8 masterpieces of tea ceremony utensils that even military commanders wanted!
These are eight carefully selected masterpiece tea ceremony utensils that even military commanders coveted. They were created during the Azuchi-Momoyama period, when tea ceremony culture flourished.
Jul 14 2014 (Oct 11 2019)
About tea ceremony culture
If we're talking about Japan's tea ceremony, it's generally agreed on that Sen no Rikyuu, who appeared in the Sengoku era, was the one who perfected the "wabicha" style.
Before then, it was limited to the top tier of upper classes, such as the affluent Imperial Court. The tea ceremony was connected with the roots of Zen Buddhism, as a way to eat and drink with etiquette and ceremony.
In the Muromachi era, tea ceremony master Murata Jukou, began wabicha to make it a culture closer to himself.
After that, in the Sengoku era, Sen no Rikyuu systematically perfected the tea utensils, tea room, and the way to make tea.
The Sengoku daimyo helped bring his style to the whole country.
Especially the man who advocated around the whole country, Oda Nobunaga, and the man who took the whole country after him, Hideyoshi Toyotomi, they both had amazing achievements in introducing wabicha.
What is wabicha?
Wabi-cha (わび茶; 侘茶; 侘び茶), is a style of Japanese tea ceremony particularly associated with Sen Rikyū and Takeno Jōō before him. Wabi-cha emphasizes simplicity. The term came into use in the Edo era, prior to which it was known as wabi-suki (侘数寄), suki generally referring to the concept of "artistic inclination," and "wabi" literally meaning 'forlorn'.
1. National Treasure: Youhen Tenmoku Chawan
The Youhen Tenmoku Chawan was created in what is now Fujian, China. There are only 4 remaining pieces like this in the world.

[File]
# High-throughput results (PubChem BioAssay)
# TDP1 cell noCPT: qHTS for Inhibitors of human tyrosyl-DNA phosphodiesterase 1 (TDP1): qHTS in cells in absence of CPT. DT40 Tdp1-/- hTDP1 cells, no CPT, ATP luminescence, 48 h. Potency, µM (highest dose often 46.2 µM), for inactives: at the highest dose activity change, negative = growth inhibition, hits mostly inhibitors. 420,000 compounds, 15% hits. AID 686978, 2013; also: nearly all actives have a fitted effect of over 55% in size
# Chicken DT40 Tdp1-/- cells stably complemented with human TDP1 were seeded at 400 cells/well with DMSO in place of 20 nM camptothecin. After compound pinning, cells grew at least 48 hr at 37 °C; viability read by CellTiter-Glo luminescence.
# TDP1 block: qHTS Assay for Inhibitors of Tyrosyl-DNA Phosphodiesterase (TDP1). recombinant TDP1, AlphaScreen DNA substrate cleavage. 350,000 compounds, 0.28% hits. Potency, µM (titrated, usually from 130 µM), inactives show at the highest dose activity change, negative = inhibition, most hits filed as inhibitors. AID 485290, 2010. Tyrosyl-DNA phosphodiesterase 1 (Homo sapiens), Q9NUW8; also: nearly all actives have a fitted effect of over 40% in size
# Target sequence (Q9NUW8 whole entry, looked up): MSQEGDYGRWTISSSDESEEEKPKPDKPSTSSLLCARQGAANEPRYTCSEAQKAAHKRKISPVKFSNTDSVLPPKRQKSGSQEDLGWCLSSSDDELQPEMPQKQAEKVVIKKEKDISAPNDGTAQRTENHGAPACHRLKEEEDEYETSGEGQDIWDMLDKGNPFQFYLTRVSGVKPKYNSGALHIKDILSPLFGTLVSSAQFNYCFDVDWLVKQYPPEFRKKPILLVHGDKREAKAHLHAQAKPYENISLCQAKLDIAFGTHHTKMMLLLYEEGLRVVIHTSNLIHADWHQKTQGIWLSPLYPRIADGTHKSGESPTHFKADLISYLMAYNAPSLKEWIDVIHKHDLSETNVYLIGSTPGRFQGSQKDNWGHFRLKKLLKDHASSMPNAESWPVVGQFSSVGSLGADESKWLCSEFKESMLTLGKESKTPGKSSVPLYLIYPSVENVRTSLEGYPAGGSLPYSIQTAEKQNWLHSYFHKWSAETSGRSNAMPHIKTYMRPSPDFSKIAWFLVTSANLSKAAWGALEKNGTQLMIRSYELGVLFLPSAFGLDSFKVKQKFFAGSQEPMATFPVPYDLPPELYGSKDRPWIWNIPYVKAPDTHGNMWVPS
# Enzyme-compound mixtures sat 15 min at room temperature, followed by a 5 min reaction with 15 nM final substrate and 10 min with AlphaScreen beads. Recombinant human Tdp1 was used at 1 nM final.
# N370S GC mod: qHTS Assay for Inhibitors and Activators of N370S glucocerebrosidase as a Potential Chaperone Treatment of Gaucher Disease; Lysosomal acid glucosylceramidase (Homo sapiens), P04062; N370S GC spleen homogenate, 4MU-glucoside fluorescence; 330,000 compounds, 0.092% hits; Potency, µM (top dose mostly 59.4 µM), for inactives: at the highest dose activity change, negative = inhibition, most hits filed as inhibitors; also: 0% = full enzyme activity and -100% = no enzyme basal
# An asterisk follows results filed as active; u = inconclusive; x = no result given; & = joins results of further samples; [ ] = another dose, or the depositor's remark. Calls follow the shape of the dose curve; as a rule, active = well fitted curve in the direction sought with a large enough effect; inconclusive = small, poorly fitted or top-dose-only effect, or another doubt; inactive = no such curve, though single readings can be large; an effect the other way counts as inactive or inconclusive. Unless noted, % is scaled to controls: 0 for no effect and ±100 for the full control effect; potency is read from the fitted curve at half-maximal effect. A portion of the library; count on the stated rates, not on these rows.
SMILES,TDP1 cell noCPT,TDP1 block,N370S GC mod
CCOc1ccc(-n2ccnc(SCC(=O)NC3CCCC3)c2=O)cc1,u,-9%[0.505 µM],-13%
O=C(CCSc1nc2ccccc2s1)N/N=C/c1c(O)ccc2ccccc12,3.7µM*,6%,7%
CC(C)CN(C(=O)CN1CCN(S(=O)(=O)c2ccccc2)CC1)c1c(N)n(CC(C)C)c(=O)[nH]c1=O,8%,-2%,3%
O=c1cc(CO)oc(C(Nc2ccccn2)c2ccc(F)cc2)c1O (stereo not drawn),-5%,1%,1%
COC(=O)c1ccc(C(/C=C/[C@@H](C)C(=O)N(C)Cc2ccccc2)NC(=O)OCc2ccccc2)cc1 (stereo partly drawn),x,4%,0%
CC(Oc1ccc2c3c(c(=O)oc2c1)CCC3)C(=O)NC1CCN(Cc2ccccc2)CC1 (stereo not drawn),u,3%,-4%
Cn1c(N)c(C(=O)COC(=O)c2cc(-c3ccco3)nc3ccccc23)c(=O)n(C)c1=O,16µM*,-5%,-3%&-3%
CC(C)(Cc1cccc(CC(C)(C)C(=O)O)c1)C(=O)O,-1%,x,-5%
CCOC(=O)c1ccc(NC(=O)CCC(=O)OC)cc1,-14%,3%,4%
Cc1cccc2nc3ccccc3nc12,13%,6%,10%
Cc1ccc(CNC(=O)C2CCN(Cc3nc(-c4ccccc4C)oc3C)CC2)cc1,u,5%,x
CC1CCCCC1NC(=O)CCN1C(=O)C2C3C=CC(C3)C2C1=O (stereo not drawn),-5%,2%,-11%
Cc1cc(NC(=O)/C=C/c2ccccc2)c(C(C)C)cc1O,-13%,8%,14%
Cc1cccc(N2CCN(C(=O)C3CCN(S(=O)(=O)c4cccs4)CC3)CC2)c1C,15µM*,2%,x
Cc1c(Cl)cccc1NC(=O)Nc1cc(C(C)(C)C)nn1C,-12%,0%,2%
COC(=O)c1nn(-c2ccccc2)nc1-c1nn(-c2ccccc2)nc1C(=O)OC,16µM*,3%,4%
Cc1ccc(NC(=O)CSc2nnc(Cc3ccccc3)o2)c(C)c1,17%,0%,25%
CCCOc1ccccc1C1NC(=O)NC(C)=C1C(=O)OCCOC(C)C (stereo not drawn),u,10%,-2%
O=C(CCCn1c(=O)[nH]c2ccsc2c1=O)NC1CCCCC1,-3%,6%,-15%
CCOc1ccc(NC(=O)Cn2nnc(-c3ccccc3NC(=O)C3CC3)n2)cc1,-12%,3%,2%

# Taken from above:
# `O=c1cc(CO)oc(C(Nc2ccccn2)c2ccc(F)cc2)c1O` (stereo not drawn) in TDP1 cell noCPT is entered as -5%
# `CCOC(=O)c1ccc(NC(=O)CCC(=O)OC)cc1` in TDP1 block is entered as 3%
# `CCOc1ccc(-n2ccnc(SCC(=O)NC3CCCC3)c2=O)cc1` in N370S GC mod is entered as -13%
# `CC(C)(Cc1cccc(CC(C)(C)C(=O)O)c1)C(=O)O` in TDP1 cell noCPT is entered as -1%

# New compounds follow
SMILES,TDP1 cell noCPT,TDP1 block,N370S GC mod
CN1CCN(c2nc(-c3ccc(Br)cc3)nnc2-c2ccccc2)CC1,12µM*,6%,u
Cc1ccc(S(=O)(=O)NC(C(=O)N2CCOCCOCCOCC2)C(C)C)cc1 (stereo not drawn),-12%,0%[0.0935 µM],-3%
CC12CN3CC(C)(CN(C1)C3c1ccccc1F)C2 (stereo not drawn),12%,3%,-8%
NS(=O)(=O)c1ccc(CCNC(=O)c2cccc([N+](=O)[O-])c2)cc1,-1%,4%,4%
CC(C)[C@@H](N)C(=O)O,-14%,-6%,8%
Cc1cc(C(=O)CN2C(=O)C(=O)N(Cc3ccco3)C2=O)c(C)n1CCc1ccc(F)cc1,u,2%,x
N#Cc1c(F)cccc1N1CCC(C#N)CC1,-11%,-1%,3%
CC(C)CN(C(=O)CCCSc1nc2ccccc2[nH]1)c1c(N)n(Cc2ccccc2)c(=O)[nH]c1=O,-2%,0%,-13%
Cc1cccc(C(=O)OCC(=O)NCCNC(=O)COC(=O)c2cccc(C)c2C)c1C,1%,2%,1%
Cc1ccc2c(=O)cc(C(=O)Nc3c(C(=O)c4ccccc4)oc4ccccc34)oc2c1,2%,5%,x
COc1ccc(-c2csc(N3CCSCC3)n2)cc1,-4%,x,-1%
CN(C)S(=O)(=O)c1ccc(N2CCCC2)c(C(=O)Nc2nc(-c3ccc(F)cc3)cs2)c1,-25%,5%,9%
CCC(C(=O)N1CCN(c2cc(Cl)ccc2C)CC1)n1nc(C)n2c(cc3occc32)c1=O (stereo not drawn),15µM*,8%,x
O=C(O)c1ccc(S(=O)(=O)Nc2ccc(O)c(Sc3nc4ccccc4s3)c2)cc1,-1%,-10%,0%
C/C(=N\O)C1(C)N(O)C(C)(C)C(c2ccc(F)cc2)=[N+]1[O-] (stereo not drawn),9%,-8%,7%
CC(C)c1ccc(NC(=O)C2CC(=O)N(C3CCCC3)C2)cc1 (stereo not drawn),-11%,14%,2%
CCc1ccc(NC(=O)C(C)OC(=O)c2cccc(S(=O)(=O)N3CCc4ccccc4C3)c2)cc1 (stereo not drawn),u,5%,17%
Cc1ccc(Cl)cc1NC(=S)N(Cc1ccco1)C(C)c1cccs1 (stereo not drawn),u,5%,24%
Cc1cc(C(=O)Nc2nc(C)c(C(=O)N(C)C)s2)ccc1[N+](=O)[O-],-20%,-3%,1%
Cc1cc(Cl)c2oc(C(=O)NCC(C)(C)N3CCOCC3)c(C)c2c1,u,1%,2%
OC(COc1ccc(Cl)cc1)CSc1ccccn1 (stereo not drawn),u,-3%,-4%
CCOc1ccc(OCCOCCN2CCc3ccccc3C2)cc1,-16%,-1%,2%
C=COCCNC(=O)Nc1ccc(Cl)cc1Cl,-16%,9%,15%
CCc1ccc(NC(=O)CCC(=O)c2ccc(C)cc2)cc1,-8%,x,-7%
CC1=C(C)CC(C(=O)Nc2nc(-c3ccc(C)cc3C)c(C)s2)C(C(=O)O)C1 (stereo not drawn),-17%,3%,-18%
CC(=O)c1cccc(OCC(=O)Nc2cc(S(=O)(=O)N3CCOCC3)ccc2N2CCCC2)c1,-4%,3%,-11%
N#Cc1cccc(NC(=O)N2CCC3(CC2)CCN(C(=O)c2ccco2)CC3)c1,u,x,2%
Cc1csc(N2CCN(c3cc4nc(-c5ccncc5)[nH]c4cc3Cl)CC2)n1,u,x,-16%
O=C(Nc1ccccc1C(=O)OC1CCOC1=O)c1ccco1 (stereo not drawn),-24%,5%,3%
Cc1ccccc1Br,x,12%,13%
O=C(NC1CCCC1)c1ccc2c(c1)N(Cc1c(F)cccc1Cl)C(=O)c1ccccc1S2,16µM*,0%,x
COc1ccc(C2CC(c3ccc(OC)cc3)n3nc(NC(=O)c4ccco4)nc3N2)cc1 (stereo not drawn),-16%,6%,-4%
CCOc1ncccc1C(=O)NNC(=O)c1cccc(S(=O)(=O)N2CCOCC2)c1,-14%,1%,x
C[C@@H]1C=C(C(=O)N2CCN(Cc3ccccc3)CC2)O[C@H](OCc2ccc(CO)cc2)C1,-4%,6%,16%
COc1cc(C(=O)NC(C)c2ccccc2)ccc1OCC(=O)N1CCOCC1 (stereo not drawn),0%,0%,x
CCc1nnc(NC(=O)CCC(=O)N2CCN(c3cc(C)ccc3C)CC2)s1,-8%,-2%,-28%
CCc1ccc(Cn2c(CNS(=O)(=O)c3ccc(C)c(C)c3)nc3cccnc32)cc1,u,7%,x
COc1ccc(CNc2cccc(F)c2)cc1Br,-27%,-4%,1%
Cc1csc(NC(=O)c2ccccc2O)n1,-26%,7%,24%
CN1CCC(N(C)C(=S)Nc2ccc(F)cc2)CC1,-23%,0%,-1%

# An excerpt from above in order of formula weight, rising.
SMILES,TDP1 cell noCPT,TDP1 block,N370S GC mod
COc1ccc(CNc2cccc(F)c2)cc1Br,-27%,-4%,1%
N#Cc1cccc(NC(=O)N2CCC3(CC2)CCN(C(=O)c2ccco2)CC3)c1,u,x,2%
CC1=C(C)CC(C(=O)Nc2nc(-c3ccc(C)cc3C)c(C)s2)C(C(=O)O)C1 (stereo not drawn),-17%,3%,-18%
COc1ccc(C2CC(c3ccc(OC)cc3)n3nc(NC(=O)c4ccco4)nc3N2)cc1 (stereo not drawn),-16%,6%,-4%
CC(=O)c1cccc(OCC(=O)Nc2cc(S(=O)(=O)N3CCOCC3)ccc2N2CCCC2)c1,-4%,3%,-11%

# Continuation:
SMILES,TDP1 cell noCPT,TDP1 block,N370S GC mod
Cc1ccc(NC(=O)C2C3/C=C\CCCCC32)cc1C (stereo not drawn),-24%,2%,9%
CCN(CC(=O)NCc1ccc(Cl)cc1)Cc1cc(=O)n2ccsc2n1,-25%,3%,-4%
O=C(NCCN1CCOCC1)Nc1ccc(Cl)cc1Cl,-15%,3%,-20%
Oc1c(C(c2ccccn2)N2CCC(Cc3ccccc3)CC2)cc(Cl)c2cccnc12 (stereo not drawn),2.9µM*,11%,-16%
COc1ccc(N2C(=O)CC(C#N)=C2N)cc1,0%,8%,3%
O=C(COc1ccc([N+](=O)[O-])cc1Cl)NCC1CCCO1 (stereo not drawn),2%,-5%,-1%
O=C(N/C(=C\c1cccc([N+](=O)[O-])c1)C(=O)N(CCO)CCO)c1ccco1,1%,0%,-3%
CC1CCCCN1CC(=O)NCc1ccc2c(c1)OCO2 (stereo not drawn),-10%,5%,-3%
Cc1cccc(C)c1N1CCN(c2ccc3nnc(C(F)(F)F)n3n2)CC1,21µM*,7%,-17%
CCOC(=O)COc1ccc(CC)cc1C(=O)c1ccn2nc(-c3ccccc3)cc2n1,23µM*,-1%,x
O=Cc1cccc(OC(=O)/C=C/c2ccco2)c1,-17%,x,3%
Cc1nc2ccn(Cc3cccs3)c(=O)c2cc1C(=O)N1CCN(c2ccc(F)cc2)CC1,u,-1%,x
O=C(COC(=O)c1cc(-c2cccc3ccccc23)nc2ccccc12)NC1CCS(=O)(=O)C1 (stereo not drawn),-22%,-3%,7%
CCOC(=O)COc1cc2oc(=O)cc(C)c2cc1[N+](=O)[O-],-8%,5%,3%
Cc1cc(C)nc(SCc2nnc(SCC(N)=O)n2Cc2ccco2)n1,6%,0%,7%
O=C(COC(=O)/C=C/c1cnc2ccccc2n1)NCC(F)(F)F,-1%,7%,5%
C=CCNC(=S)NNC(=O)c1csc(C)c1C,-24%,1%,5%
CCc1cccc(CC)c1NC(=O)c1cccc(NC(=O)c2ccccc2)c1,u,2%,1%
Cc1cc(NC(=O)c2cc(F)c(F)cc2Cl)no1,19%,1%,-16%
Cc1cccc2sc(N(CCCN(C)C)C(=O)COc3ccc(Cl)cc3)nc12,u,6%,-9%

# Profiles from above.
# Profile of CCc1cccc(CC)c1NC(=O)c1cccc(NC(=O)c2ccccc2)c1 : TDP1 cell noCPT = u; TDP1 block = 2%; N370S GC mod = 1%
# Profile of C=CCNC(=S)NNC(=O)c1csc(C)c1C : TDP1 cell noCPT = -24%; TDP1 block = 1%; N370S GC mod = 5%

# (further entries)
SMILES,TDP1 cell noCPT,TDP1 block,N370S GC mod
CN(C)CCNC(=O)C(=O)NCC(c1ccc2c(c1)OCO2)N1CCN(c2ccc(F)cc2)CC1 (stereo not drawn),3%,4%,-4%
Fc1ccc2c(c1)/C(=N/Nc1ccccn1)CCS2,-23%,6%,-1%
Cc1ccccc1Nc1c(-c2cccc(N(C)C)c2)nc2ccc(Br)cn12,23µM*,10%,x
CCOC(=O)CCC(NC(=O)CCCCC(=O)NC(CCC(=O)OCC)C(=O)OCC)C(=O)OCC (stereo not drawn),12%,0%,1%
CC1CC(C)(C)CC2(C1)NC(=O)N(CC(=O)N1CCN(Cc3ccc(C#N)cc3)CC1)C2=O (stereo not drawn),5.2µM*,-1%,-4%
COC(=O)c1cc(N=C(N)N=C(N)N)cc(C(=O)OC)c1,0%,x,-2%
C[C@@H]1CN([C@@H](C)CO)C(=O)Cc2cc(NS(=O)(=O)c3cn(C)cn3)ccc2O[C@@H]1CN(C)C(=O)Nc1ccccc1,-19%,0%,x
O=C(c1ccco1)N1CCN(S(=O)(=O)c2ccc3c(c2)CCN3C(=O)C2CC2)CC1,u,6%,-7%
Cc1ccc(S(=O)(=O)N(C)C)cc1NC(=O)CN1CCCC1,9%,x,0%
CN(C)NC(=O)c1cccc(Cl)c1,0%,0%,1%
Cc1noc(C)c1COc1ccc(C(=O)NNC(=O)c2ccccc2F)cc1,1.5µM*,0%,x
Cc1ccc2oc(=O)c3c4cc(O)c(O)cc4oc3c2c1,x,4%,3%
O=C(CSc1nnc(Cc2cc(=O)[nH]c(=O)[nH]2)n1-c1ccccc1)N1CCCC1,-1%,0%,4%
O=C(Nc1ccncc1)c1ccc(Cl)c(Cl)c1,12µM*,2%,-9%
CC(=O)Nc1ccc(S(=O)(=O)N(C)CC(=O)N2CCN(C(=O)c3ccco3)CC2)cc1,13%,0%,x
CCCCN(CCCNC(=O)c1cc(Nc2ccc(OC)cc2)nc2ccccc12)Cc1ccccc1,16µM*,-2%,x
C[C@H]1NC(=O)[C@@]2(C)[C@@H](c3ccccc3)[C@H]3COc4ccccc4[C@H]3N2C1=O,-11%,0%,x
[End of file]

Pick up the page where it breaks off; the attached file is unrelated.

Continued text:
2. Hatsuhana Katatsuki (Duplicate: the original disappeared in the Honnoji Incident)）
Hatsuhana is one of the Narashiba Katatsuki or Shinden Katatsuki, the top three tea ceremony pieces in the country.
3. National Treasure: Rakuyaki Shirokatamigawari Chawan, Inscribed Fujisan
The tea ceremony master from the beginning of the Edo period, Honami Koetsu, created this.
4. National Treasure: Ooido Chawan, Inscribed Uraku
This is the most prominent of the time-honored Koryo dynasty tea bowls, and it holds the high reputation of "Take no Sai Tagadai."
5. National Treasure: Shinoyaki Chawan, Inscribed Unohanagaki
Since it was baked in Mino's Mutaboragama kiln, the vessel's warped shape, its uninhibited etchings, and its iron design beneath the glaze has led to the popularity of Oribe pottery.
6. Important Cultural Asset: Seijichawan, Inscribed Meibakouhan
An elegant rice bowl made of celadon porcelain. Because cracks were appearing, they asked for an exchange in China, but during the Chinese Ming Dynasty they were no longer creating pieces like this. Instead they used iron claps to stop the cracking and sent it back. Since the large clamps look like grasshoppers, they gave it the name "Meibakouhan," or "horse grasshopper bonds."
7. National Treasure: Akikusamonko
This jar was excavated in April of Showa 17 (1942), from the keyhole-shaped Imperial grave in the outskirts of Hiyoshi, in Shiroyama Kofun, Minamikase, Kawasaki. Though there are several theories about where it was made, from among Seto, Tokoname, Shigaraki, Tanba, Echizen, and Bizen (called the Japanese rokkoyou, the lands of ancient Japanese ceramic and porcelain kilns), they say it's closest to Tokoname-ware but lately there's a theory that it's a masterpiece of Atsumi-ware.
8. National Treasure: Tobiseiji Hanaike
The Tobiseiji Hanaike is called just "Tobiseiji," in Japan, and it's especially liked by tea ceremony masters. It is one of the grand masterpieces of vessels thanks to the color of the glaze and the expression of the iron spots.
Regarding the value of tea ceremony vessels in the Sengoku period
In the Sengoku period, vessels recognized by famous tea masters like Sen no Rikyuu were distributed as "meibutsu," or "specialties," and held value equivalent to territory containing hundreds of thousands of gems.
The system that the devil king Oda Nobunaga thought of was to separate his vassals into territories as small as possible, so his territory would increase. This was also a technique to increase his political power.
However, Nobunaga himself passionately collected tea utensils, and he appeared to gather any that he really liked.
However, they were mostly smashed during the Honnoji Incident.
The information in this article is accurate at the time of publication.